Christmas Photo Tips - part 2

See days 1-4 here in part 1

Day 5 - light painting challenge

Photos made by light painting - Lego toys, Brisbane City and a Christmas tree

Grafitti the town, play Pictionary with a torch, and make the children's toys come alive with light painting.
We used a torch, a sparkler and a laser pointer for these.

There's hours of fun to be had with light painting. These days your phone is the easiest way to do it. All you need is an app like 'Slow Shutter Cam' for iOS (set the Capture Mode to Light Trail) or on Android use the “Pro” mode or “Manual” mode on the camera app, or try the free app “Camera FV-5 Lite” if it doesn’t have these modes.

Light painting works by taking a one long photo over several seconds, allowing you time to paint a picture through it with any kind of light. You pick how many seconds you need to do the painting - called your “shutter speed”. You could use a sparkler, a torch, a glow stick or even a light sabre. Give your kids some lights, use a tripod (or just prop the phone up with something), and see how inventive they can be. Wear dark clothes so they don’t come out too brightly if they’re in the photo. You could set a Xmas Tree, Reindeer or Santa challenge, kids (and adults after some Xmas cheer) can be very inventive as the night wears on! Or connect your phone to the TV with an HDMI cable, and the family can enjoy a twist on the game of Pictionary - you draw in the air with a light.

If you’re doing it the traditional way with a big camera, it needs to be dark or the picture will come out totally white. Set your camera to Shutter Priority (S or Tv mode) and choose a duration for the photo - enough time for you to do your painting. Outside at night, about 20 seconds often works well. Indoors, try turning off most of the lights, and use about 10 seconds. The numbers will flash or go red if the camera thinks it can’t get the brightness right with the duration you’ve chosen. If the camera stubbornly refuses to shoot no matter how hard you press the button, it means it’s too dark for it to see to focus - just add a bit of light with your torch and you should be good to go, or switch to manual focus if it still won’t work.

True story… after doing light painting with his family, a client sent me an e-mail with the tongue-in-cheek title “I’ve got a bone to pick with you…”. His children thought they were genuinely invisible because they didn’t come out in the photos!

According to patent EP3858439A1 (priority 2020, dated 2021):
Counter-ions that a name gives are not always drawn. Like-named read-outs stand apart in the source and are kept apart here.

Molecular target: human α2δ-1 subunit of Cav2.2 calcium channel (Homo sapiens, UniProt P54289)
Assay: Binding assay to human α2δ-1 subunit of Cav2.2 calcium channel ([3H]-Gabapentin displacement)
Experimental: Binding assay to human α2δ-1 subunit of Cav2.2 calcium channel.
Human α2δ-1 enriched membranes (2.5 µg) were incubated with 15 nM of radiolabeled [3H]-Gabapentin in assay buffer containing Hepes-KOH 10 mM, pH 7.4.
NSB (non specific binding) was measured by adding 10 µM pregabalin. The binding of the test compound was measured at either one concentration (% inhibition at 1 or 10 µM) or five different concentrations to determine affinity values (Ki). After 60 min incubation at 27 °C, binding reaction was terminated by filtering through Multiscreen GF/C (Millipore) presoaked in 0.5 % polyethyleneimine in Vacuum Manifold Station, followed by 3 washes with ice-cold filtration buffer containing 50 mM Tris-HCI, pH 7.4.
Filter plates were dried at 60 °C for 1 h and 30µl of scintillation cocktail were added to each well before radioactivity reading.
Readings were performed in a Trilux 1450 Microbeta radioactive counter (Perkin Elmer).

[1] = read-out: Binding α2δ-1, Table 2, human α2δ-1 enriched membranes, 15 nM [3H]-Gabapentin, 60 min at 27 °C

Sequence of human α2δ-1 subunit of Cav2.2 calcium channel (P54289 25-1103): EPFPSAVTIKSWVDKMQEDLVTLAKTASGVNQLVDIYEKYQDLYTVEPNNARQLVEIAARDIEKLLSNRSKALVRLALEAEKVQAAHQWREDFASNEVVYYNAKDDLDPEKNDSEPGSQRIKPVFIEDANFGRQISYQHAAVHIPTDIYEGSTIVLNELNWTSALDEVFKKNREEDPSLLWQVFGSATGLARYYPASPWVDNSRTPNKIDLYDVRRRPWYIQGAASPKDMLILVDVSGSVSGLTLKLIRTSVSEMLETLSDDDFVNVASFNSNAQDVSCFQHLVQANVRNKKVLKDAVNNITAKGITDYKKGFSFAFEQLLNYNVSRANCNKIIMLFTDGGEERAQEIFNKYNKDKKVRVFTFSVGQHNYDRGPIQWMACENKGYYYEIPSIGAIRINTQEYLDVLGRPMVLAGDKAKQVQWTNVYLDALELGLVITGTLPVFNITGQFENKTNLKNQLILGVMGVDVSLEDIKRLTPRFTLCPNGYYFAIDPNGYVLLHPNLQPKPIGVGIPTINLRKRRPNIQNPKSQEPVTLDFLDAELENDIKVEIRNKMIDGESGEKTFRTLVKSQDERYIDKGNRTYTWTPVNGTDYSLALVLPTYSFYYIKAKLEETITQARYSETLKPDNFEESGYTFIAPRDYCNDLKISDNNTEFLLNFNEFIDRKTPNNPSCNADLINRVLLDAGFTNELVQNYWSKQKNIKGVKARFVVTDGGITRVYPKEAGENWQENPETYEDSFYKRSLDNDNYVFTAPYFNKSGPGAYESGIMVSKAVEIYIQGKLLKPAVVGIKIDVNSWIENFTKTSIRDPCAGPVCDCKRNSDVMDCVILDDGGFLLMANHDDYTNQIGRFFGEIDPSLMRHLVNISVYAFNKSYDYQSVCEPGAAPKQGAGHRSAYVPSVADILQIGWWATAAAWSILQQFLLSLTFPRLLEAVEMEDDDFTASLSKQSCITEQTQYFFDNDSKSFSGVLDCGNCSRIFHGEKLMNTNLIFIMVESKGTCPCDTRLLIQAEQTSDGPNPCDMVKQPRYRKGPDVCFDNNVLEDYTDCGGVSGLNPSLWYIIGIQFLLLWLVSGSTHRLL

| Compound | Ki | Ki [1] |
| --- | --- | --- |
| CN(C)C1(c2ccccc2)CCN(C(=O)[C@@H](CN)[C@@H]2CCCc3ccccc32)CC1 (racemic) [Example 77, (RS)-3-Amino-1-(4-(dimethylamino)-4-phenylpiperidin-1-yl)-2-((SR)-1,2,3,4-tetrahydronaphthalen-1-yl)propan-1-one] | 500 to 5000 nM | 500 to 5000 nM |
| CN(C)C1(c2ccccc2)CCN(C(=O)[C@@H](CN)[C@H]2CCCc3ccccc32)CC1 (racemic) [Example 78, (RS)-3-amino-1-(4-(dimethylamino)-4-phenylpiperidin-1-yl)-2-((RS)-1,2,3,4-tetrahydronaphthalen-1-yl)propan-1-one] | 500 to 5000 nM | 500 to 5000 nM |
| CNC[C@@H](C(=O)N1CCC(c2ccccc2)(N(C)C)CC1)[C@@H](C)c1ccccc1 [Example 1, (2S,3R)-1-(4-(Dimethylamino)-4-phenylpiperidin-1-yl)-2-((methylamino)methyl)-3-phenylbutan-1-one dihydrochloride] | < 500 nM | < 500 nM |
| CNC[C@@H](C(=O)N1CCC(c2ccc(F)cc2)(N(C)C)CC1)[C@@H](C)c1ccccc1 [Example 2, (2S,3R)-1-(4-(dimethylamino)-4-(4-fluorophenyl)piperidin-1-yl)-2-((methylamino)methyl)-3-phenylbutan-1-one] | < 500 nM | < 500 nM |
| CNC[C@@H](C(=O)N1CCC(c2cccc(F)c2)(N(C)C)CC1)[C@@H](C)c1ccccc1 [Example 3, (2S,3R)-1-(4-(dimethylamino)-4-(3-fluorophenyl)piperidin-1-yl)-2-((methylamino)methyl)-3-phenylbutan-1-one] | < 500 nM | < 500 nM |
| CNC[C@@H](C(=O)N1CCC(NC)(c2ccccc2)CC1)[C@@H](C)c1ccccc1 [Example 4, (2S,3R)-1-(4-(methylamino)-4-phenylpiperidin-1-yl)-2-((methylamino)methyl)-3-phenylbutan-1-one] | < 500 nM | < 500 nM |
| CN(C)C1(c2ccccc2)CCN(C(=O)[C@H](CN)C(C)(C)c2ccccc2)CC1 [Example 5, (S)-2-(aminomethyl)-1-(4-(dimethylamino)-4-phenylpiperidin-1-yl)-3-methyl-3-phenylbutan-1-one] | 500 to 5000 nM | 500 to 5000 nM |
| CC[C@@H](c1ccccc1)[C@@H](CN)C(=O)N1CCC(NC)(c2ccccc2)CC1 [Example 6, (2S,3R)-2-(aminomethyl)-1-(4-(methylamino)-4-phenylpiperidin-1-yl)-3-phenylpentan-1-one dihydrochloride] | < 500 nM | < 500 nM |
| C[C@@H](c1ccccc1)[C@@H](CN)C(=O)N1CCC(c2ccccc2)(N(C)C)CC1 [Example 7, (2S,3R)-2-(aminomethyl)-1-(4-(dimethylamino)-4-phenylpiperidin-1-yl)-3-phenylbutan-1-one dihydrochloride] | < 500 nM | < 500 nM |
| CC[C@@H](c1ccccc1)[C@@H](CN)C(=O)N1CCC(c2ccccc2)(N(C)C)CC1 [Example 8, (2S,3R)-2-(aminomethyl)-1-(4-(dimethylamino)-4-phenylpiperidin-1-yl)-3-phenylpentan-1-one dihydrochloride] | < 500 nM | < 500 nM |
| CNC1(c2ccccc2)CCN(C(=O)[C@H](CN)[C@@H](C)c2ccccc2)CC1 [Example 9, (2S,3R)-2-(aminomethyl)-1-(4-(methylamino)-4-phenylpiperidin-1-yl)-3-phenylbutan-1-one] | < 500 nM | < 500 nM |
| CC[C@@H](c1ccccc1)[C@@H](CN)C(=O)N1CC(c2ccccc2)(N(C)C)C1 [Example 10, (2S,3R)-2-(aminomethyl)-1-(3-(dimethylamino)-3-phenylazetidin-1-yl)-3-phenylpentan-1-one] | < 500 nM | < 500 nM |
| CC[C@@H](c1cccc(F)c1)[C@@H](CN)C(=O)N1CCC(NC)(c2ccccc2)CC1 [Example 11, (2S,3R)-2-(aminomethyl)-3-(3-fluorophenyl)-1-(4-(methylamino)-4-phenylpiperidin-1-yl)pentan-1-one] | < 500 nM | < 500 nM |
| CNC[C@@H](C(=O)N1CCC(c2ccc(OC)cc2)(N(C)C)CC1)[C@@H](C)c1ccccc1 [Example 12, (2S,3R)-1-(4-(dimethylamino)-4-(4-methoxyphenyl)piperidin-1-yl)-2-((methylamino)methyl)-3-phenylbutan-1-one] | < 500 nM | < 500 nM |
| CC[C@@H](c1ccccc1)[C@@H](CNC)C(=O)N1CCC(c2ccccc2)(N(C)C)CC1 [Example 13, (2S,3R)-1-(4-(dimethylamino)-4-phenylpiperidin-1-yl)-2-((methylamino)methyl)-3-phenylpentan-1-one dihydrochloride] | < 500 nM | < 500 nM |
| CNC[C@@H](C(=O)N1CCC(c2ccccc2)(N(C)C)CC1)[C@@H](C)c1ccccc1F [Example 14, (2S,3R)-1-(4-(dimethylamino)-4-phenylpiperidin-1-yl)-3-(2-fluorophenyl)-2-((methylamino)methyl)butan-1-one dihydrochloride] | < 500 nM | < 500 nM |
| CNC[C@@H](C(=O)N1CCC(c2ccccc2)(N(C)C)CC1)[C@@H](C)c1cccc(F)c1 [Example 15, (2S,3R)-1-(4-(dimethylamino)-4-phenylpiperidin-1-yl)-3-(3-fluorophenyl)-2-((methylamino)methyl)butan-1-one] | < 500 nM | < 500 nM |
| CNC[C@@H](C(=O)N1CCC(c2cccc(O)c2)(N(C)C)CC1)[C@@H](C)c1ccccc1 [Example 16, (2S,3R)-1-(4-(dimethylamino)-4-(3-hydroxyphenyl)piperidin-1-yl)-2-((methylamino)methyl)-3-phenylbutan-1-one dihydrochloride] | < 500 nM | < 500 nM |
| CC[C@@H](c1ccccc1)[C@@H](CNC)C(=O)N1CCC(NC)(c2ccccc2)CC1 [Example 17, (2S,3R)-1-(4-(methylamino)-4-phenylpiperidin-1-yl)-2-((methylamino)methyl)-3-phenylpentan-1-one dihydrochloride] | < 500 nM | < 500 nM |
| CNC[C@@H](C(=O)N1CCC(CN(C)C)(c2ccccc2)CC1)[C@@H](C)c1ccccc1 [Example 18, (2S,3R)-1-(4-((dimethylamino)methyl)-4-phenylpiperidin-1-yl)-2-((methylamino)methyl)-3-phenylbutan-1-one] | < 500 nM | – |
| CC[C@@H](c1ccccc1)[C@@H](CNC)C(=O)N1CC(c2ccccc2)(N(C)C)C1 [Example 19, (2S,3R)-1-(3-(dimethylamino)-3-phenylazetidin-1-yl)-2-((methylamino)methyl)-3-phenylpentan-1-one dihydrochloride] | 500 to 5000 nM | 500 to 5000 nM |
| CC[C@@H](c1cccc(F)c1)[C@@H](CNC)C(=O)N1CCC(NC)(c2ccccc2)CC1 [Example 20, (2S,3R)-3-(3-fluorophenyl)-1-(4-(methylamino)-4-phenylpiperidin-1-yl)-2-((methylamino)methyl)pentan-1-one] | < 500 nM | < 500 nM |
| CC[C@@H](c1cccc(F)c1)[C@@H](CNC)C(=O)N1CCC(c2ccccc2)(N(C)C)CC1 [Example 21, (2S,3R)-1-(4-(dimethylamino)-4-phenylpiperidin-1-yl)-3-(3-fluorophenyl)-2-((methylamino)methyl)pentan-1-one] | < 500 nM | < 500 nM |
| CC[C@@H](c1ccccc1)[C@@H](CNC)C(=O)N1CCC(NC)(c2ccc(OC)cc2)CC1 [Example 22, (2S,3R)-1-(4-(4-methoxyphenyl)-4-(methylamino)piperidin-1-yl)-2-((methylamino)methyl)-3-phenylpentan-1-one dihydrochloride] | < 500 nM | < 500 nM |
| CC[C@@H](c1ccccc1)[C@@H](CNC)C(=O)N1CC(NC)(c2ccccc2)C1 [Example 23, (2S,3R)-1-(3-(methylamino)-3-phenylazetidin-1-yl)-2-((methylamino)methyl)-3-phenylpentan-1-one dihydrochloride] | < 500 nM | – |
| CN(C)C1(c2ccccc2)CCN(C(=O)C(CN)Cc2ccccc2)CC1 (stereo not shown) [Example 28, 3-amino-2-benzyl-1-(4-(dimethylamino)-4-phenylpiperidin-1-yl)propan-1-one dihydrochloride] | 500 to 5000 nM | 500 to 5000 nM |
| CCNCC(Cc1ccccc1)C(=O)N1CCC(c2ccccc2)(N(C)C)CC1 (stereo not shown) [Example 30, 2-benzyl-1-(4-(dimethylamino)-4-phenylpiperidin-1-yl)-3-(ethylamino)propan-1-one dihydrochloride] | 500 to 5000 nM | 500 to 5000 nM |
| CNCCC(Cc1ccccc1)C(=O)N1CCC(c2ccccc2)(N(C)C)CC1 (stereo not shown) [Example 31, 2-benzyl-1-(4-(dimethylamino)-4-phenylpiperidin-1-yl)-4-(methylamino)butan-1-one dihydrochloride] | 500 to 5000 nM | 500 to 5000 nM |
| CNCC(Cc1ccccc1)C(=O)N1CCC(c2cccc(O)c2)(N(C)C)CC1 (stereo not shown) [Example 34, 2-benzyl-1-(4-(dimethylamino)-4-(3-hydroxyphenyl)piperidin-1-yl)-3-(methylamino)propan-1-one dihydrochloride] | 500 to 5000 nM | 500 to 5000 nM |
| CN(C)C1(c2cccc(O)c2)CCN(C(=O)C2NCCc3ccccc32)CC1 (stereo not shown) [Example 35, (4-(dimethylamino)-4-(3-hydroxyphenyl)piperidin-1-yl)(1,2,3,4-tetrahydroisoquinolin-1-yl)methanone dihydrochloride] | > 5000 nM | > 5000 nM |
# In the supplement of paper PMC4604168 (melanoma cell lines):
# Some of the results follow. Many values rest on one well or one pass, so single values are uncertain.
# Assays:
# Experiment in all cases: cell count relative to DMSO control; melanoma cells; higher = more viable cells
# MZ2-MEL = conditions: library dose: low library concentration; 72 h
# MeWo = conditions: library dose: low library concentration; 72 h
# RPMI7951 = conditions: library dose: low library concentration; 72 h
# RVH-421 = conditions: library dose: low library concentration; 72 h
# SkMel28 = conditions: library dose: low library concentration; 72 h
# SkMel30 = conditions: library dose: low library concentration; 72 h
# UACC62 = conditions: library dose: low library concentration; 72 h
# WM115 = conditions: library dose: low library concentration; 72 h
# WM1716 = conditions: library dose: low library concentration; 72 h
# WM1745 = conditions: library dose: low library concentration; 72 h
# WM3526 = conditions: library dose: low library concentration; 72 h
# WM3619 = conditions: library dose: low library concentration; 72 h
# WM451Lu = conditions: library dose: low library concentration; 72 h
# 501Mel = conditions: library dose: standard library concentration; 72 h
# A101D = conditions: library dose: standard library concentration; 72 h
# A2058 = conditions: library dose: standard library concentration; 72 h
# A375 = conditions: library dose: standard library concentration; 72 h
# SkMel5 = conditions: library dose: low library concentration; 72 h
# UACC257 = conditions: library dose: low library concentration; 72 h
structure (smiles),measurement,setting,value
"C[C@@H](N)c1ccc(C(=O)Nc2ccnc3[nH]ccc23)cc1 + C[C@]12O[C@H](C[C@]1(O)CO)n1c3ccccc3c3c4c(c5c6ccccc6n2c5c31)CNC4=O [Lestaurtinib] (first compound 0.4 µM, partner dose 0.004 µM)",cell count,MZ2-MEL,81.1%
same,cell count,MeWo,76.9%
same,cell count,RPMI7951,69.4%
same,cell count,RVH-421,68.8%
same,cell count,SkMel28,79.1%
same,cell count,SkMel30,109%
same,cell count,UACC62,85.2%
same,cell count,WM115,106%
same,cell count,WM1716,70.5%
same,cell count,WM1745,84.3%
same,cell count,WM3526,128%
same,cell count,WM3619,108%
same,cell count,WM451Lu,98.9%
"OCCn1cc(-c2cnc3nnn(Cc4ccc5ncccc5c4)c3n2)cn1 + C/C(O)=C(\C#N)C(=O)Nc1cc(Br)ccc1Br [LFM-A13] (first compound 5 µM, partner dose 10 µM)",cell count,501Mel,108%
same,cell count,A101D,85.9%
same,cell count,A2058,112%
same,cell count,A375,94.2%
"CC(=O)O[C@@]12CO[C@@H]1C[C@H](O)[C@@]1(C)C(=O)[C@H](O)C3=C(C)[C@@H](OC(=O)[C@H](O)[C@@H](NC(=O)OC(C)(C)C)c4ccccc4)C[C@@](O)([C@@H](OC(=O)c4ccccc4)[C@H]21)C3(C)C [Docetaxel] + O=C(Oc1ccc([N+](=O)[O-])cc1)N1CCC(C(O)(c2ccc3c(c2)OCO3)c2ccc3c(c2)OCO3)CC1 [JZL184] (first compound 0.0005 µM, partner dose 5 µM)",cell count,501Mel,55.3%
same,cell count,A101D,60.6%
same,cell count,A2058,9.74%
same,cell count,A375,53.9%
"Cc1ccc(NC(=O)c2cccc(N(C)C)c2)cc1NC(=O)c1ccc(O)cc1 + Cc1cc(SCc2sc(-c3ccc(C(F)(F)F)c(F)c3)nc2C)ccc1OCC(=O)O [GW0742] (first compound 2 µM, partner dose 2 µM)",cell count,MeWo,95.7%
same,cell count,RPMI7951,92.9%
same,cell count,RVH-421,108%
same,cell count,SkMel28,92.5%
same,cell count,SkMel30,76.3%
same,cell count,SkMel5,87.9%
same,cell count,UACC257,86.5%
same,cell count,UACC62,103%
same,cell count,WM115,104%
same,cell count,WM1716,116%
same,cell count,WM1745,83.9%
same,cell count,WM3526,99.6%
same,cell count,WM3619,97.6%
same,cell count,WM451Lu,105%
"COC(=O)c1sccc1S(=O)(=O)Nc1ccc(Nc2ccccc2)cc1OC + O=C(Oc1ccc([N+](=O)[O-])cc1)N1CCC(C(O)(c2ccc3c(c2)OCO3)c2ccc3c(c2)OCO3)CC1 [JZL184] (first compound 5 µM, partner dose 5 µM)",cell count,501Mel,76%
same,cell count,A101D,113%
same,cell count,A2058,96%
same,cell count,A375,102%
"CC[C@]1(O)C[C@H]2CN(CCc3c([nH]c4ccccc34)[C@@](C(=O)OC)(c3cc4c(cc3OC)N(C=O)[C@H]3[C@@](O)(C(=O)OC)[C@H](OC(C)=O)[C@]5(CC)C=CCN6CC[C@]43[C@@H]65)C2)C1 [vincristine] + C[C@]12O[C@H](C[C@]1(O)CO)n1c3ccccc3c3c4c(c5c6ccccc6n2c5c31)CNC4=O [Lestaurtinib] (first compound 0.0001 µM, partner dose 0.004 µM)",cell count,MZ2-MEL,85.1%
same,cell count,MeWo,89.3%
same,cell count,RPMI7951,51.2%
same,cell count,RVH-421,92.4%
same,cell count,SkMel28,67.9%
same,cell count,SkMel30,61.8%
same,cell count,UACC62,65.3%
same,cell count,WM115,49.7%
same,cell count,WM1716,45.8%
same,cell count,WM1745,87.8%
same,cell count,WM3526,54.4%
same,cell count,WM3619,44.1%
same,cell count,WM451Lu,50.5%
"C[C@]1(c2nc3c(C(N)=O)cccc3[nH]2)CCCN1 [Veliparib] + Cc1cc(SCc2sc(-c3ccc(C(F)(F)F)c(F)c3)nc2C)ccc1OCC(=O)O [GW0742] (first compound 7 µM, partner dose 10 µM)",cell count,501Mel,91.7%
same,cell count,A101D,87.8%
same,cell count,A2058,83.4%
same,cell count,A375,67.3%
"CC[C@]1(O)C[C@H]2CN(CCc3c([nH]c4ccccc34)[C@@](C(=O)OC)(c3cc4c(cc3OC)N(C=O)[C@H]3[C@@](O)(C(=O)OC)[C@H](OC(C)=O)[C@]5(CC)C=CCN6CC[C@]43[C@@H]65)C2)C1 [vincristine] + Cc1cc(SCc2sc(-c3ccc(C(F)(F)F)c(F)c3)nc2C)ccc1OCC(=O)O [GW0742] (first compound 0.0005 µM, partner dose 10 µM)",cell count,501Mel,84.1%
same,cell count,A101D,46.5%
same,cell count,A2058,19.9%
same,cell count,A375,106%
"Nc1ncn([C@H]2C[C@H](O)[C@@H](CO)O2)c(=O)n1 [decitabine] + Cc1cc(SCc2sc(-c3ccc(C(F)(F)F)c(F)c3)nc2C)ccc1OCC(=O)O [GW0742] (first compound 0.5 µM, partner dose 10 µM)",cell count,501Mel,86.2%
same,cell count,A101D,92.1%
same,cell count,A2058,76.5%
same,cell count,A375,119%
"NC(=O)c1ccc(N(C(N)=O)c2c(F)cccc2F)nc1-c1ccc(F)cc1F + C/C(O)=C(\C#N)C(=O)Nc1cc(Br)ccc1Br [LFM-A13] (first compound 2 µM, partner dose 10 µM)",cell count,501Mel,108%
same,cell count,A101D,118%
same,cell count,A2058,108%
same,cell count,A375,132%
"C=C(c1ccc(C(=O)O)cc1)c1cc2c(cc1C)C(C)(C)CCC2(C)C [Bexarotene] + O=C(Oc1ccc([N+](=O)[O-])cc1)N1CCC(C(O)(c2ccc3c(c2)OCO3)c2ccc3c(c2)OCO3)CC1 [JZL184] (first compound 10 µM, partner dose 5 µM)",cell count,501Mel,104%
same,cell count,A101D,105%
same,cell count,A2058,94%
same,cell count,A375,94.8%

Show us what YOU get!


Day 6 - Share your photos

Screenshot of iPhone showing shared folders

If you're like me, you get loads of share worthy photos on Xmas day but by Easter they are all still waiting for you to find the time to share them. An easy solution is a shared album - one place where everybody's photos are shared instantly.

It’s easy if everyone has iPhones: use the Photos app to create a shared album (tap the + symbol at the top left) and invite other iPhone users. Everyone can add their photos: select them in the Photos app, hit the share button and scroll down to “Add to shared album”. If you have an Apple TV, make the album your screen saver in the Settings app, so everyone can enjoy them.

If you want Android users to play, create a new album using Google Drive, then invite everyone to it by sharing the link, selecting the option “anyone with a link can edit”. This means all will be able to contribute.

If you want to share your photos from your DSLR or other camera, recent models have wifi to get them onto your phone through the manufacturer's app. Otherwise download onto the computer then upload to the shared album online.

Or share the old-fashioned way with an instant printer. They print straight from your phone and come in all sizes. Our favourite is the Fuji Instax SP2 - not because it's the best, but because the photos develop slowly, polaroid-style, and the tension is priceless. It also prints directly from Fuji cameras, making them great for breaking the ice when travelling. It's nice to be able to give photos rather than just take them.

Fuji Instax printer and a print

Fuji's Instax printer. Fabulous for instant sharing, 1970's polaroid-style.

More tomorrow...

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